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Show off your 1911

OK…all you fancy boys with your fancy .45s. Take a gander at some working .45s. Three Ballesters; one Riguad, and 2 Molinas. Bought them in the 80s for $100 each, when Century was importing them from Argentina. All work well, the Riguad, bottom was used by Customs, the Molinas were by the National Police. Originally made in the 30s, they soldiered on until the 80s when replaced by the Argentine version of the P-35.
What's up with the fancy talk?
 
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OK…all you fancy boys with your fancy .45s. Take a gander at some working .45s. Three Ballesters; one Riguad, and 2 Molinas. Bought them in the 80s for $100 each, when Century was importing them from Argentina. All work well, the Riguad, bottom was used by Customs, the Molinas were by the National Police. Originally made in the 30s, they soldiered on until the 80s when replaced by the Argentine version of the P-35.
 

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Fancy is as fancy does. Ballesters are anything but fancy, kinda like me…
Should have also mentioned that I carried a 1911 during my tour in the Nam. Shot one VC with it. We had ambushed a combo VC nurse and paymaster unit on a small island on the southern edge of Go Noi Island in 1969. He had swum across a 8 yard channel. And hidden in a hollow behind some tree roots. He was also carrying a 60mm mortar round. My assistant FO had spotted h8m and he, my radio operator and myself, all with .45s, closed in on him. As we got a couple of yards away, he stood up in the hollow, raised the mortar round , yelled something and jumped at me, as I was in the middle. All of us emptied our pistols. He fell down into the water and sank. He surfaced but would not raise his arms, so we were not sure if he still carried the 60mm. Finally determined he had dropped it and we got him to shore. He had originally been shot by a N-16 in the leg and had an additional 9 .45 holes. Died in a bit…was a VC warrant officer…one tough SOB.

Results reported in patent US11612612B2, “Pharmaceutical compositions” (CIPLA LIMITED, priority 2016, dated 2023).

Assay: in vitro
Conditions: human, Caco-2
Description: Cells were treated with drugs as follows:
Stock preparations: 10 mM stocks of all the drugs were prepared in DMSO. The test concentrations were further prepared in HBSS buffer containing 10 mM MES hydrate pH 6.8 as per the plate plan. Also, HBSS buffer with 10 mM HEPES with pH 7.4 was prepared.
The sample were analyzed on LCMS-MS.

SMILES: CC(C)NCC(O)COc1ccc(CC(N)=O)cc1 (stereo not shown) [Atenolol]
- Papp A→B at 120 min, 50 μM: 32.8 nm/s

1970 Series '70. Bought new that year by my dad for combination birthday/enlistment. First presented in the original box at a nice steakhouse & no one thought a thing about it (or if they did, they kept it to themselves).
A few months later I surreptitiously packed it for my deployment to Vietnam. Bringing it back was trickier & I disassembled it & had some bits sewn in field jacket/liner. I had several edged weapons but left those behind to keep the steel minimal in my footlocker. It went undetected during the usual DEROS baggage inspection.
It had picked up a few dings but noted gun builder Gary Reeder helped me clean those up back in Santa Fe mid-'80's.
It's the basic Colt blued steel but the reflection makes it appear as stainless or plating in this photo. It's "retired" now, but has never given me any barrel bushing issues. A plunger tube came unstaked once (a known failure point on Colt 1911's) but Gary fixed that at the same time.
 

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OK…all you fancy boys with your fancy .45s. Take a gander at some working .45s. Three Ballesters; one Riguad, and 2 Molinas. Bought them in the 80s for $100 each, when Century was importing them from Argentina. All work well, the Riguad, bottom was used by Customs, the Molinas were by the National Police. Originally made in the 30s, they soldiered on until the 80s when replaced by the Argentine version of the P-35.